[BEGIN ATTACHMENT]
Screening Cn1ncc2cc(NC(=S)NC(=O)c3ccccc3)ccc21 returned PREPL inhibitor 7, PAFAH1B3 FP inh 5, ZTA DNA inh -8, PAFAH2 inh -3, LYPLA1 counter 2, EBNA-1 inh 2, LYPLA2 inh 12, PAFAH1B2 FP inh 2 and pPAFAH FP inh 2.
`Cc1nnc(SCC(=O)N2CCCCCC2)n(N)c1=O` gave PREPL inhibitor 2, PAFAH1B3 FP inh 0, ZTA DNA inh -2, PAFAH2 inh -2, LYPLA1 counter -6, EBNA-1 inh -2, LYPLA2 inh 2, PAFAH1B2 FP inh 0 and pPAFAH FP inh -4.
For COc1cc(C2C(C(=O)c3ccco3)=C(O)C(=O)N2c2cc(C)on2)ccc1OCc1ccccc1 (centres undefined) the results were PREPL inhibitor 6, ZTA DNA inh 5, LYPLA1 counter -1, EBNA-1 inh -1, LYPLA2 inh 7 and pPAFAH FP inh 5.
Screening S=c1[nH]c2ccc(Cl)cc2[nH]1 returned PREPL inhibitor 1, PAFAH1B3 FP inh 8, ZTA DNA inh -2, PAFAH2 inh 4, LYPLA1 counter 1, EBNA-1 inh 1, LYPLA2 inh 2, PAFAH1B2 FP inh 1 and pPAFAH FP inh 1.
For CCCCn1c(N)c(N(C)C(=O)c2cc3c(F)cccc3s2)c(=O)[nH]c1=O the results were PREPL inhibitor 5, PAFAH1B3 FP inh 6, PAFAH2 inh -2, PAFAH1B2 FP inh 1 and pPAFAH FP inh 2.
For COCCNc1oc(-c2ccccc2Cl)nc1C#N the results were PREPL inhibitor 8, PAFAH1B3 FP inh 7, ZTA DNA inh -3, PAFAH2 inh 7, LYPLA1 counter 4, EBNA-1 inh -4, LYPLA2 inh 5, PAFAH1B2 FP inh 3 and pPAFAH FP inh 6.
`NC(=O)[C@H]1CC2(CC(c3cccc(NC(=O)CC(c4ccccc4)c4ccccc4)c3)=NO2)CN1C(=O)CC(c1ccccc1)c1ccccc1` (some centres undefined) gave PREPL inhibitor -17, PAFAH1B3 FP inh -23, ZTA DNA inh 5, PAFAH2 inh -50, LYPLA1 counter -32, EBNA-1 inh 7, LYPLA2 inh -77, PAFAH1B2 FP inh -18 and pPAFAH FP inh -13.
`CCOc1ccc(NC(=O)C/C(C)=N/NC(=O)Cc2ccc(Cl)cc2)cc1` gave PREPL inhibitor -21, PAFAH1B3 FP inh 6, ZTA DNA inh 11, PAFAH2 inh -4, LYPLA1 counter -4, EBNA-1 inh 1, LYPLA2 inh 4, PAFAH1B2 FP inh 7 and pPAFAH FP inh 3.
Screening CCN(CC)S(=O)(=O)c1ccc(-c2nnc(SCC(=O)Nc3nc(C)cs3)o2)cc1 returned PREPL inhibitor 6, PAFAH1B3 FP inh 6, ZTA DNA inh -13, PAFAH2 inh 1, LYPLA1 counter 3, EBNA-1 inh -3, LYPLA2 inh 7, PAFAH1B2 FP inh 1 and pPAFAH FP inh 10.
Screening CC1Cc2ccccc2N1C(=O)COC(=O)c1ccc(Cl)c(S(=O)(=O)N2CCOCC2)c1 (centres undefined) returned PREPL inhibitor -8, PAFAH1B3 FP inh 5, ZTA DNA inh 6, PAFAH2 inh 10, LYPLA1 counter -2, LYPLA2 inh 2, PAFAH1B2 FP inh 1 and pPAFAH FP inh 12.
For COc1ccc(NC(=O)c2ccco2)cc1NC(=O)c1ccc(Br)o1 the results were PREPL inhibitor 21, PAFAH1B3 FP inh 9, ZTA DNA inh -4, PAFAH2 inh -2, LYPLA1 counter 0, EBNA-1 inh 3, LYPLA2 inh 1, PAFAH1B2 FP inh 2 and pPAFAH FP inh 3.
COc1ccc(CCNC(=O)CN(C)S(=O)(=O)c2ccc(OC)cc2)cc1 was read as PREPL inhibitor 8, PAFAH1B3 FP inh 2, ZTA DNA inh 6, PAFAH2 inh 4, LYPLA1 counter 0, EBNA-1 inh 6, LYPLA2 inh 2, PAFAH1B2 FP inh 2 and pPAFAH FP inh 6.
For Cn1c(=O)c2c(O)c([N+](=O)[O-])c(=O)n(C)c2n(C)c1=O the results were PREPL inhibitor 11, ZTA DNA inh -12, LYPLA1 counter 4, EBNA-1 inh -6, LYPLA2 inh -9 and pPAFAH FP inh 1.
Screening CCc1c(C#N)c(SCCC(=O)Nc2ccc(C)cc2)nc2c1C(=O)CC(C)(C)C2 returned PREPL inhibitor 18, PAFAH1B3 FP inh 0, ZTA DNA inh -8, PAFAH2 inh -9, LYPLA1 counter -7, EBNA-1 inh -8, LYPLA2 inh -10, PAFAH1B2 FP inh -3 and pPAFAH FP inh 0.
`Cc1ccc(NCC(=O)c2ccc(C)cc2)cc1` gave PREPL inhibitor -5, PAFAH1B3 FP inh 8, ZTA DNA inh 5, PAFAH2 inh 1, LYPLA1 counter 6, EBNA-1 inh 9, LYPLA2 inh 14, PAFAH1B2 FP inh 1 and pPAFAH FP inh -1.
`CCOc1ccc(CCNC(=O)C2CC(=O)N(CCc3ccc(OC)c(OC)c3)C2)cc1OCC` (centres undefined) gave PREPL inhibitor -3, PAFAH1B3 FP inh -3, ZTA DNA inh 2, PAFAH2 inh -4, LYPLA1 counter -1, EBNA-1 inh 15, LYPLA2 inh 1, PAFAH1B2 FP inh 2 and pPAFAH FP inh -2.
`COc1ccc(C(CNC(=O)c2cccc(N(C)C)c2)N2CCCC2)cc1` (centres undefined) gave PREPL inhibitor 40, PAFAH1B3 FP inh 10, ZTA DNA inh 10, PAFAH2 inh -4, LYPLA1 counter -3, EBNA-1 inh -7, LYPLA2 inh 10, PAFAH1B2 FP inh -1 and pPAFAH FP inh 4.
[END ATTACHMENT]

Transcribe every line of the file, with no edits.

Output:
Screening Cn1ncc2cc(NC(=S)NC(=O)c3ccccc3)ccc21 returned PREPL inhibitor 7, PAFAH1B3 FP inh 5, ZTA DNA inh -8, PAFAH2 inh -3, LYPLA1 counter 2, EBNA-1 inh 2, LYPLA2 inh 12, PAFAH1B2 FP inh 2 and pPAFAH FP inh 2.
`Cc1nnc(SCC(=O)N2CCCCCC2)n(N)c1=O` gave PREPL inhibitor 2, PAFAH1B3 FP inh 0, ZTA DNA inh -2, PAFAH2 inh -2, LYPLA1 counter -6, EBNA-1 inh -2, LYPLA2 inh 2, PAFAH1B2 FP inh 0 and pPAFAH FP inh -4.
For COc1cc(C2C(C(=O)c3ccco3)=C(O)C(=O)N2c2cc(C)on2)ccc1OCc1ccccc1 (centres undefined) the results were PREPL inhibitor 6, ZTA DNA inh 5, LYPLA1 counter -1, EBNA-1 inh -1, LYPLA2 inh 7 and pPAFAH FP inh 5.
Screening S=c1[nH]c2ccc(Cl)cc2[nH]1 returned PREPL inhibitor 1, PAFAH1B3 FP inh 8, ZTA DNA inh -2, PAFAH2 inh 4, LYPLA1 counter 1, EBNA-1 inh 1, LYPLA2 inh 2, PAFAH1B2 FP inh 1 and pPAFAH FP inh 1.
For CCCCn1c(N)c(N(C)C(=O)c2cc3c(F)cccc3s2)c(=O)[nH]c1=O the results were PREPL inhibitor 5, PAFAH1B3 FP inh 6, PAFAH2 inh -2, PAFAH1B2 FP inh 1 and pPAFAH FP inh 2.
For COCCNc1oc(-c2ccccc2Cl)nc1C#N the results were PREPL inhibitor 8, PAFAH1B3 FP inh 7, ZTA DNA inh -3, PAFAH2 inh 7, LYPLA1 counter 4, EBNA-1 inh -4, LYPLA2 inh 5, PAFAH1B2 FP inh 3 and pPAFAH FP inh 6.
`NC(=O)[C@H]1CC2(CC(c3cccc(NC(=O)CC(c4ccccc4)c4ccccc4)c3)=NO2)CN1C(=O)CC(c1ccccc1)c1ccccc1` (some centres undefined) gave PREPL inhibitor -17, PAFAH1B3 FP inh -23, ZTA DNA inh 5, PAFAH2 inh -50, LYPLA1 counter -32, EBNA-1 inh 7, LYPLA2 inh -77, PAFAH1B2 FP inh -18 and pPAFAH FP inh -13.
`CCOc1ccc(NC(=O)C/C(C)=N/NC(=O)Cc2ccc(Cl)cc2)cc1` gave PREPL inhibitor -21, PAFAH1B3 FP inh 6, ZTA DNA inh 11, PAFAH2 inh -4, LYPLA1 counter -4, EBNA-1 inh 1, LYPLA2 inh 4, PAFAH1B2 FP inh 7 and pPAFAH FP inh 3.
Screening CCN(CC)S(=O)(=O)c1ccc(-c2nnc(SCC(=O)Nc3nc(C)cs3)o2)cc1 returned PREPL inhibitor 6, PAFAH1B3 FP inh 6, ZTA DNA inh -13, PAFAH2 inh 1, LYPLA1 counter 3, EBNA-1 inh -3, LYPLA2 inh 7, PAFAH1B2 FP inh 1 and pPAFAH FP inh 10.
Screening CC1Cc2ccccc2N1C(=O)COC(=O)c1ccc(Cl)c(S(=O)(=O)N2CCOCC2)c1 (centres undefined) returned PREPL inhibitor -8, PAFAH1B3 FP inh 5, ZTA DNA inh 6, PAFAH2 inh 10, LYPLA1 counter -2, LYPLA2 inh 2, PAFAH1B2 FP inh 1 and pPAFAH FP inh 12.
For COc1ccc(NC(=O)c2ccco2)cc1NC(=O)c1ccc(Br)o1 the results were PREPL inhibitor 21, PAFAH1B3 FP inh 9, ZTA DNA inh -4, PAFAH2 inh -2, LYPLA1 counter 0, EBNA-1 inh 3, LYPLA2 inh 1, PAFAH1B2 FP inh 2 and pPAFAH FP inh 3.
COc1ccc(CCNC(=O)CN(C)S(=O)(=O)c2ccc(OC)cc2)cc1 was read as PREPL inhibitor 8, PAFAH1B3 FP inh 2, ZTA DNA inh 6, PAFAH2 inh 4, LYPLA1 counter 0, EBNA-1 inh 6, LYPLA2 inh 2, PAFAH1B2 FP inh 2 and pPAFAH FP inh 6.
For Cn1c(=O)c2c(O)c([N+](=O)[O-])c(=O)n(C)c2n(C)c1=O the results were PREPL inhibitor 11, ZTA DNA inh -12, LYPLA1 counter 4, EBNA-1 inh -6, LYPLA2 inh -9 and pPAFAH FP inh 1.
Screening CCc1c(C#N)c(SCCC(=O)Nc2ccc(C)cc2)nc2c1C(=O)CC(C)(C)C2 returned PREPL inhibitor 18, PAFAH1B3 FP inh 0, ZTA DNA inh -8, PAFAH2 inh -9, LYPLA1 counter -7, EBNA-1 inh -8, LYPLA2 inh -10, PAFAH1B2 FP inh -3 and pPAFAH FP inh 0.
`Cc1ccc(NCC(=O)c2ccc(C)cc2)cc1` gave PREPL inhibitor -5, PAFAH1B3 FP inh 8, ZTA DNA inh 5, PAFAH2 inh 1, LYPLA1 counter 6, EBNA-1 inh 9, LYPLA2 inh 14, PAFAH1B2 FP inh 1 and pPAFAH FP inh -1.
`CCOc1ccc(CCNC(=O)C2CC(=O)N(CCc3ccc(OC)c(OC)c3)C2)cc1OCC` (centres undefined) gave PREPL inhibitor -3, PAFAH1B3 FP inh -3, ZTA DNA inh 2, PAFAH2 inh -4, LYPLA1 counter -1, EBNA-1 inh 15, LYPLA2 inh 1, PAFAH1B2 FP inh 2 and pPAFAH FP inh -2.
`COc1ccc(C(CNC(=O)c2cccc(N(C)C)c2)N2CCCC2)cc1` (centres undefined) gave PREPL inhibitor 40, PAFAH1B3 FP inh 10, ZTA DNA inh 10, PAFAH2 inh -4, LYPLA1 counter -3, EBNA-1 inh -7, LYPLA2 inh 10, PAFAH1B2 FP inh -1 and pPAFAH FP inh 4.